Wednesday, January 4, 2012

Reading without Thinking

One of the difficult things in teaching children to read is to get them to start thinking about what they are reading rather than just parroting the letters on the page. Hence, we measure children in terms of their reading comprehension. However, "reading comprehension" in school often takes the form of just regurgitating what the author has said. This is good. It is reading comprehension, but it isn't critical reading, which is a level of reading comprehension where the child has gone from being a tape recorder to becoming a live human being.

In light of this, I don't think that most people ever reach the level of critical reading, much less reading comprehension when it comes to books about the Bible. I hear a lot of things that are proposed by particular scholars echoed in the lay reader, but it is being recited as though he or she was the scholar's parrot rather than a person.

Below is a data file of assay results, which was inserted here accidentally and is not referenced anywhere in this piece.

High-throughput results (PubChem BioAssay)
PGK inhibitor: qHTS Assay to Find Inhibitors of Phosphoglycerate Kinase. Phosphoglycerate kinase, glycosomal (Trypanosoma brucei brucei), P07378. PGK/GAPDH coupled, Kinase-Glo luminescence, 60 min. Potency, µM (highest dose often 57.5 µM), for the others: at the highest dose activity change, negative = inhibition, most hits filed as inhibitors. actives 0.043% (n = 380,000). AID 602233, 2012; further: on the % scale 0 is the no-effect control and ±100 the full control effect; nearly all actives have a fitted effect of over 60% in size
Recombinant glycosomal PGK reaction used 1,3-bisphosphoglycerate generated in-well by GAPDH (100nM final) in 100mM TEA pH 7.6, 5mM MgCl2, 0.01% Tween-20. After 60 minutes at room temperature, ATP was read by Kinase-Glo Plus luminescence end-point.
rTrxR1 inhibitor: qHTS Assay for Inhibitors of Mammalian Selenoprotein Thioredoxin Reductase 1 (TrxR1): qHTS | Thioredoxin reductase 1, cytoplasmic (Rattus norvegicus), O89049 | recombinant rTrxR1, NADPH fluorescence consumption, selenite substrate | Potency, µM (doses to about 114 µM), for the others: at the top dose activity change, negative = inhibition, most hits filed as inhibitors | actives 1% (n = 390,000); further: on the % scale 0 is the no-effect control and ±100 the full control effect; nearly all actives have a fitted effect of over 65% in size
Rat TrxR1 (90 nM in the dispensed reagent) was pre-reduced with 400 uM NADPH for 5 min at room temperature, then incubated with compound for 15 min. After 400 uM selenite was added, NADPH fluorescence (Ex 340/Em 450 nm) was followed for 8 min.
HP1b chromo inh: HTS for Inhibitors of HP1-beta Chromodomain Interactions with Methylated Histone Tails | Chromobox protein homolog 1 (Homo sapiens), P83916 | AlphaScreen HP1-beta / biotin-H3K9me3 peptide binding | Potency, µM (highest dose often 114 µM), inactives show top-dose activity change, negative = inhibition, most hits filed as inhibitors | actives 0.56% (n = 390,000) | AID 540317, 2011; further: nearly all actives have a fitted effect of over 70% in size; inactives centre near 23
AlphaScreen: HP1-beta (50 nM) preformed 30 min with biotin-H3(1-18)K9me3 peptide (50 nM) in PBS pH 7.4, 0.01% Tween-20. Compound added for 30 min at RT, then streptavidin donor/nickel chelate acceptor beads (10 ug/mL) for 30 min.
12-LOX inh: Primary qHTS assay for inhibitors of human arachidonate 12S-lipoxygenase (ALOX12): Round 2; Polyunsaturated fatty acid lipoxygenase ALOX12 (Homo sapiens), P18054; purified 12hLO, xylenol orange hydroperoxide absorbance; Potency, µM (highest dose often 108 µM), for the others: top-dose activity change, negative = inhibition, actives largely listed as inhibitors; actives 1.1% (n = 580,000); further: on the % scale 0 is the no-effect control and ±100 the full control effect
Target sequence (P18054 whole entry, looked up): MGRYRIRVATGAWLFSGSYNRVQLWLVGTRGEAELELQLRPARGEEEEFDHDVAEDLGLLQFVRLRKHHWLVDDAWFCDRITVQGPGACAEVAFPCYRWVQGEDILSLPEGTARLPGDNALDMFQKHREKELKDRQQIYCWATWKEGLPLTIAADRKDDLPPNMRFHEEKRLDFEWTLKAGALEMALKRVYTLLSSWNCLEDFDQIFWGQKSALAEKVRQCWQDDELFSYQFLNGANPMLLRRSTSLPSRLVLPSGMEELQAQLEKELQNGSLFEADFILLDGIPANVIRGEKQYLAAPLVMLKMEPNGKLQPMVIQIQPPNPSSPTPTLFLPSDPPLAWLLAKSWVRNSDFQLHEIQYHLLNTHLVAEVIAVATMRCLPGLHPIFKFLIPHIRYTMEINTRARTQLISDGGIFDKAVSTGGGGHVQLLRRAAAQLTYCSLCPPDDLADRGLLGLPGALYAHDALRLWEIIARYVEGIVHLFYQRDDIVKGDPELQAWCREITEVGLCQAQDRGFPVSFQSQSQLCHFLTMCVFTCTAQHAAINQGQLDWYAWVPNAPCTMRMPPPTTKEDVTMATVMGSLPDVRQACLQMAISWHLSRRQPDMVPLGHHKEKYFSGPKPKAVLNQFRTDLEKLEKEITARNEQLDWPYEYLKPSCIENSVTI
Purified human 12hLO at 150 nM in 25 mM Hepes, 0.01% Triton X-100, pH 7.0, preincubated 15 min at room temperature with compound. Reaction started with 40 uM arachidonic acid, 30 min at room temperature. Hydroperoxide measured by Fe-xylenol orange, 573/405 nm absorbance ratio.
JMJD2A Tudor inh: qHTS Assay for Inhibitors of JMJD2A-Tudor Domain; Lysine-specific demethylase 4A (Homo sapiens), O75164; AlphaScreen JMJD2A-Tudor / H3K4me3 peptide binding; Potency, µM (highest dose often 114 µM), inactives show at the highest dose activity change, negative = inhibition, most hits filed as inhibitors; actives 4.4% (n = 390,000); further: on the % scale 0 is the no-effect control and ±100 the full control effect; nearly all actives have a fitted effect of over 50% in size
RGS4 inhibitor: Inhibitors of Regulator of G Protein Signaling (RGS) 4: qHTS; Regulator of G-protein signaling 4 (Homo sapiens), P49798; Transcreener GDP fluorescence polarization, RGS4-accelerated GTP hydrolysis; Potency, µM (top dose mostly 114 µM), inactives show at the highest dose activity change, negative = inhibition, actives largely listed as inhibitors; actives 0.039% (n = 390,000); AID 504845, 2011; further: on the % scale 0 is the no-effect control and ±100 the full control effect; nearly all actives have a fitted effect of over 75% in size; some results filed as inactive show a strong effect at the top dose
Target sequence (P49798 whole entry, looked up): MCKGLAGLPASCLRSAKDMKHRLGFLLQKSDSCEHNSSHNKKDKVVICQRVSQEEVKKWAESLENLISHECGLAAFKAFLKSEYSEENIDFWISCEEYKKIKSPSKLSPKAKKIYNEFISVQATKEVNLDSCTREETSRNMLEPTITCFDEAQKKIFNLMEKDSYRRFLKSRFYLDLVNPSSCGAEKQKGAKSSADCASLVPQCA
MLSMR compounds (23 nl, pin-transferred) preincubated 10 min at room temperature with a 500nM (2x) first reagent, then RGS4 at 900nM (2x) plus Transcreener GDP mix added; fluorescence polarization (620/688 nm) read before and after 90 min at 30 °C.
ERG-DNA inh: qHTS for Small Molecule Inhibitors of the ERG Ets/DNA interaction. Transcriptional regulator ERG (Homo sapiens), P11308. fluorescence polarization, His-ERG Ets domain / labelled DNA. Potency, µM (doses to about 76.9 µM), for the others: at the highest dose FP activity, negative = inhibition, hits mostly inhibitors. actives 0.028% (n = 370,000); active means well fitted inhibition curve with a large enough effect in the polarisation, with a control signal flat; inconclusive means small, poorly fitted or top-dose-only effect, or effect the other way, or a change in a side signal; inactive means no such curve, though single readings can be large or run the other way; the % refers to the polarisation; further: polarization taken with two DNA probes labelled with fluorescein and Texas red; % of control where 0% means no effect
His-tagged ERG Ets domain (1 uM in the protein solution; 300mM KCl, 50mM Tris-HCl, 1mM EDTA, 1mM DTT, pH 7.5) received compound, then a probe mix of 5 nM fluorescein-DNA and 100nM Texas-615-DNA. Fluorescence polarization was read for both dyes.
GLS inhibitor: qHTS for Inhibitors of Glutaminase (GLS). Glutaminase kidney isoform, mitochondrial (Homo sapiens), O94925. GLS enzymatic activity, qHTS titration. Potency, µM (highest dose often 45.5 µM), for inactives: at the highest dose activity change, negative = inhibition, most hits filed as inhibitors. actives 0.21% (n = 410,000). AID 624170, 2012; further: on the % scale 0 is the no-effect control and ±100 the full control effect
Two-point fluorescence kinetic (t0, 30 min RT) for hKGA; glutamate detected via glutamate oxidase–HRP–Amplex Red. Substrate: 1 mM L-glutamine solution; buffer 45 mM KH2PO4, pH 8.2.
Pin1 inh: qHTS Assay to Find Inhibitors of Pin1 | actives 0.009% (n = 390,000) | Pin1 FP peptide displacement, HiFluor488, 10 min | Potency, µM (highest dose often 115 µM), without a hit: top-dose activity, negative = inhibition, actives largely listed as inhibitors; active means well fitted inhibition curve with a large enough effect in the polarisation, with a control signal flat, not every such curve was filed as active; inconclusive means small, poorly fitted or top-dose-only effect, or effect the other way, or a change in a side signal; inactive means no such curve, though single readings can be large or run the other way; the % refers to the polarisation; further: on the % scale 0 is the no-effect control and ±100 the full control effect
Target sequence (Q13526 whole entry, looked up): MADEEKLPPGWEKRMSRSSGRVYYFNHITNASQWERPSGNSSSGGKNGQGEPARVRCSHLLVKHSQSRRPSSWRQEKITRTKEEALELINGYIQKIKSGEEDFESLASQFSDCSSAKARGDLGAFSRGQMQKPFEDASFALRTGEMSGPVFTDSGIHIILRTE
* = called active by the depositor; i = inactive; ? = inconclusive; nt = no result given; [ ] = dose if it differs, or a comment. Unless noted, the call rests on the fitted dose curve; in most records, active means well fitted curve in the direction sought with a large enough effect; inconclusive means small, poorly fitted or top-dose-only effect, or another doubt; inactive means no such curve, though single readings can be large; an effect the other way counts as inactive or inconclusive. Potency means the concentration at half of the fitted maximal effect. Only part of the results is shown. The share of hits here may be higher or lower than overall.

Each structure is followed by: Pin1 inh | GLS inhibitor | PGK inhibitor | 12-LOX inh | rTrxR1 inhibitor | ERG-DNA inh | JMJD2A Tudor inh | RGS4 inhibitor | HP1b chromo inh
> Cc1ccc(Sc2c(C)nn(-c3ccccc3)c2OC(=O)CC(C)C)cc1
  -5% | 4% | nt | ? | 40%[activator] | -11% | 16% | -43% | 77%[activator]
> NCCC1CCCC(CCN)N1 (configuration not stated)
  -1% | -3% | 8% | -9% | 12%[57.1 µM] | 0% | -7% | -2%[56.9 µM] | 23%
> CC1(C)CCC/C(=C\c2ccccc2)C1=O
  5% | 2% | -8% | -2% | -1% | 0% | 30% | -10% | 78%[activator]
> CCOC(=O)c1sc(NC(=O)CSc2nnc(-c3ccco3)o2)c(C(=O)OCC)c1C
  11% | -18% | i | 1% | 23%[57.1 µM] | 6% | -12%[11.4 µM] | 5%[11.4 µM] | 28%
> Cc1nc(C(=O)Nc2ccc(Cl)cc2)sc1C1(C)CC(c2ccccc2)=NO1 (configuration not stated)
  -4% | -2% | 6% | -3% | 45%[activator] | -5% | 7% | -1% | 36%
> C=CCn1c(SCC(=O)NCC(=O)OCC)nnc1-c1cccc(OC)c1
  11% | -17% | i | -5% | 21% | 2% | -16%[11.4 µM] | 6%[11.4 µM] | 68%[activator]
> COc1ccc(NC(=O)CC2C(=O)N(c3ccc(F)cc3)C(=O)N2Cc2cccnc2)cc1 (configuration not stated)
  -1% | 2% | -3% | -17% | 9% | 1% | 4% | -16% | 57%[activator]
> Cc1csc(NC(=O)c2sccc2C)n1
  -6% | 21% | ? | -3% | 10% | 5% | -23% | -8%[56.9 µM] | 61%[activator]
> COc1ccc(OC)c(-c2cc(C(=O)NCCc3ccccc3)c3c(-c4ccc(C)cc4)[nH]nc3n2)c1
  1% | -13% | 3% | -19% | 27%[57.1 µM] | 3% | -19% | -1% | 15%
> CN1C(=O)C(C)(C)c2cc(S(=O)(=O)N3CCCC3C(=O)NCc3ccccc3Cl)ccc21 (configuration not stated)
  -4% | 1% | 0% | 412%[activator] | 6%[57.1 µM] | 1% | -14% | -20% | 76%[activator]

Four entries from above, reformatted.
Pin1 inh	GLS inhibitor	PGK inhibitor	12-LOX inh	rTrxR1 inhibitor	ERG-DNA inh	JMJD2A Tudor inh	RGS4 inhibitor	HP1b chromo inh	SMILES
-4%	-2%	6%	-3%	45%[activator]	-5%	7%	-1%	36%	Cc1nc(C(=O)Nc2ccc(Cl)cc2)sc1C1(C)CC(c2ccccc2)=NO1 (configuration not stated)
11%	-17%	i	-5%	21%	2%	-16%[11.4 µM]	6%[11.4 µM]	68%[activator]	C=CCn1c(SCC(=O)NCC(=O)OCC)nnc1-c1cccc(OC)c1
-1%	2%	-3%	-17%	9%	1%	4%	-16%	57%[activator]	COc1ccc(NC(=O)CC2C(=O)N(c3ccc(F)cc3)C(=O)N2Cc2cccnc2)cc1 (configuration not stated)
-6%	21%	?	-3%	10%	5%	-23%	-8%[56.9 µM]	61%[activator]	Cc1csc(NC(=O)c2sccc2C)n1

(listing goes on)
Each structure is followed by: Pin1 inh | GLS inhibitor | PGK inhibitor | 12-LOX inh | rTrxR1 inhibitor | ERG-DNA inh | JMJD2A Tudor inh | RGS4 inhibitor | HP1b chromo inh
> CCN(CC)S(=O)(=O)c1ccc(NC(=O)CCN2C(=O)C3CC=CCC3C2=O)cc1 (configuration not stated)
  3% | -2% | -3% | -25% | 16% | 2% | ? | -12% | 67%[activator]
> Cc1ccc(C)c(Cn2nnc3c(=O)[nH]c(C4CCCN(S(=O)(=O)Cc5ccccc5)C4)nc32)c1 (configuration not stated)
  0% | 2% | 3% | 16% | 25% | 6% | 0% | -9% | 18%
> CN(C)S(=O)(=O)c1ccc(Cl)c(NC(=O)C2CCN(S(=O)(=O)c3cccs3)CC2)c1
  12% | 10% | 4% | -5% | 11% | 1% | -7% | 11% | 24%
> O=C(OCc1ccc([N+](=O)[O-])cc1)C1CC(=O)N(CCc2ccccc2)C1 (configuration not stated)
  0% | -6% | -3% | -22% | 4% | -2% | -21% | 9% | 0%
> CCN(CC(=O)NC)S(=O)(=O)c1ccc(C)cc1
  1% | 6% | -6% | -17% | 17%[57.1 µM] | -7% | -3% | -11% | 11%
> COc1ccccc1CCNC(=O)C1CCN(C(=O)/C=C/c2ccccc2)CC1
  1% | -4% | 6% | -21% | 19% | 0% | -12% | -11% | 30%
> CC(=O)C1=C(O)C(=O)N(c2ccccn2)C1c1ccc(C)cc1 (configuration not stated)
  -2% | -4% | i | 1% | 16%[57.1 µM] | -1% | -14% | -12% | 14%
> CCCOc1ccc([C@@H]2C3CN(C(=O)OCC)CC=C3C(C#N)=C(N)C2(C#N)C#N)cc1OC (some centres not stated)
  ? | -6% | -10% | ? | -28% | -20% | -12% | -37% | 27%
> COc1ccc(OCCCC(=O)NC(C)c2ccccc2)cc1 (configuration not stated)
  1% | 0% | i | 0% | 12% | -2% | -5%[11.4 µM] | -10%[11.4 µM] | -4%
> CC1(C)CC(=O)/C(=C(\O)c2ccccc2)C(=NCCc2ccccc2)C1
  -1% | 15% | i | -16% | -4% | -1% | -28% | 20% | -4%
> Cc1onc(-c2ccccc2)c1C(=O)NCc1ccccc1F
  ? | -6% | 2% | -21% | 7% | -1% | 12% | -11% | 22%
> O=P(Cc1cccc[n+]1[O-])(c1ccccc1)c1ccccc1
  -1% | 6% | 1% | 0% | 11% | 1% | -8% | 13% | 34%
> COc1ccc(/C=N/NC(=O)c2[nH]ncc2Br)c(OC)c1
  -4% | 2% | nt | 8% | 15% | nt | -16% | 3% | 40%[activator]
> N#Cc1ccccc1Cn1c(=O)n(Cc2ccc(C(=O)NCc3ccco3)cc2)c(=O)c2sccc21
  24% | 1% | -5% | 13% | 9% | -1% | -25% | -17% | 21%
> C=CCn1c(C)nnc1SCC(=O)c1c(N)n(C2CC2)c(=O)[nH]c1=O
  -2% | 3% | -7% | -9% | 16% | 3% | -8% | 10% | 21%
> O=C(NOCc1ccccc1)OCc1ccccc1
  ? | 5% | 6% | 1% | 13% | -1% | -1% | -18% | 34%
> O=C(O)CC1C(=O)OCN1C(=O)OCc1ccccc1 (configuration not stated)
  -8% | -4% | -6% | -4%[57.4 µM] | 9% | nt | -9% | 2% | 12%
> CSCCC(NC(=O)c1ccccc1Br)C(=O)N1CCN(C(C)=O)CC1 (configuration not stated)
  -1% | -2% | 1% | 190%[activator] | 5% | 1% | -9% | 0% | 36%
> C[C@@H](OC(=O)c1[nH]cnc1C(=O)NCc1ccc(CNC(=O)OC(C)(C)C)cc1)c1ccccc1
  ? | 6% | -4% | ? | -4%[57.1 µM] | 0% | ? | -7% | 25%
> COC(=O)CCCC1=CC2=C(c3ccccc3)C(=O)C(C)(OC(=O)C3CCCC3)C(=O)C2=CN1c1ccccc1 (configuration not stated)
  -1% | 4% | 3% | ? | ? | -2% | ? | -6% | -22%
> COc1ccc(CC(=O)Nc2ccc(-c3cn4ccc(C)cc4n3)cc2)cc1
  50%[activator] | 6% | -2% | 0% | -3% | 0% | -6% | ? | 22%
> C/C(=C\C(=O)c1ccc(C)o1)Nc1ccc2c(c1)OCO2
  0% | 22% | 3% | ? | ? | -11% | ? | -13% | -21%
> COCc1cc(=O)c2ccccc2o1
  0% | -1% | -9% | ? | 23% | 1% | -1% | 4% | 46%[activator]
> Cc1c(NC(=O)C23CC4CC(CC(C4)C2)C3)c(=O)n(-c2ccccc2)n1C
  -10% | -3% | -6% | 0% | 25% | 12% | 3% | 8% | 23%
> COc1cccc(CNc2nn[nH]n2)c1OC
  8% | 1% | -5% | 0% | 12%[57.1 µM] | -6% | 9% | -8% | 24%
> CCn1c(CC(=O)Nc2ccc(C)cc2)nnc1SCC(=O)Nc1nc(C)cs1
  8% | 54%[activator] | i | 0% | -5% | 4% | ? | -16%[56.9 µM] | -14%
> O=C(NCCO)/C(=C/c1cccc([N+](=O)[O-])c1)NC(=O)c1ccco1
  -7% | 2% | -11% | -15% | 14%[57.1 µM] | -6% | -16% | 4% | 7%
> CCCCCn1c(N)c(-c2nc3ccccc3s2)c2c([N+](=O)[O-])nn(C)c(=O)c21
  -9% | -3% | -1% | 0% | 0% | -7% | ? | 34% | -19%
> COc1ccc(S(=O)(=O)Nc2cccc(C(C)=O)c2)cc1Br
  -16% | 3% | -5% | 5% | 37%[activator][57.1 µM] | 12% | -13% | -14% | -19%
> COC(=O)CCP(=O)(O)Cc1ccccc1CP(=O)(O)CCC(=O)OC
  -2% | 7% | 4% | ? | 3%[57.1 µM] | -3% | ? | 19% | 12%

What got me thinking about this was a book I began to read yesterday at Peter's speech therapy class. Allison and I decided that it would be better for me to bring him because it would help her have a more even flow during the school day with the kids, so I have about an hour to kill while I wait, and it allows me to get some more reading done. The book I chose to read this time is Lee M. McDonald's The Formation of the Christian Biblical Canon (revised and expanded edition). What struck me on every page so far is that McDonald makes a lot of bold statements concerning dating the New Testament and what the Bible says of itself in terms of being Scripture. In fact, he makes a lot of wrong statements concerning these facts, which makes me believe that McDonald merely has a particular belief about the Scripture that causes him to select his data to the exclusion of other data.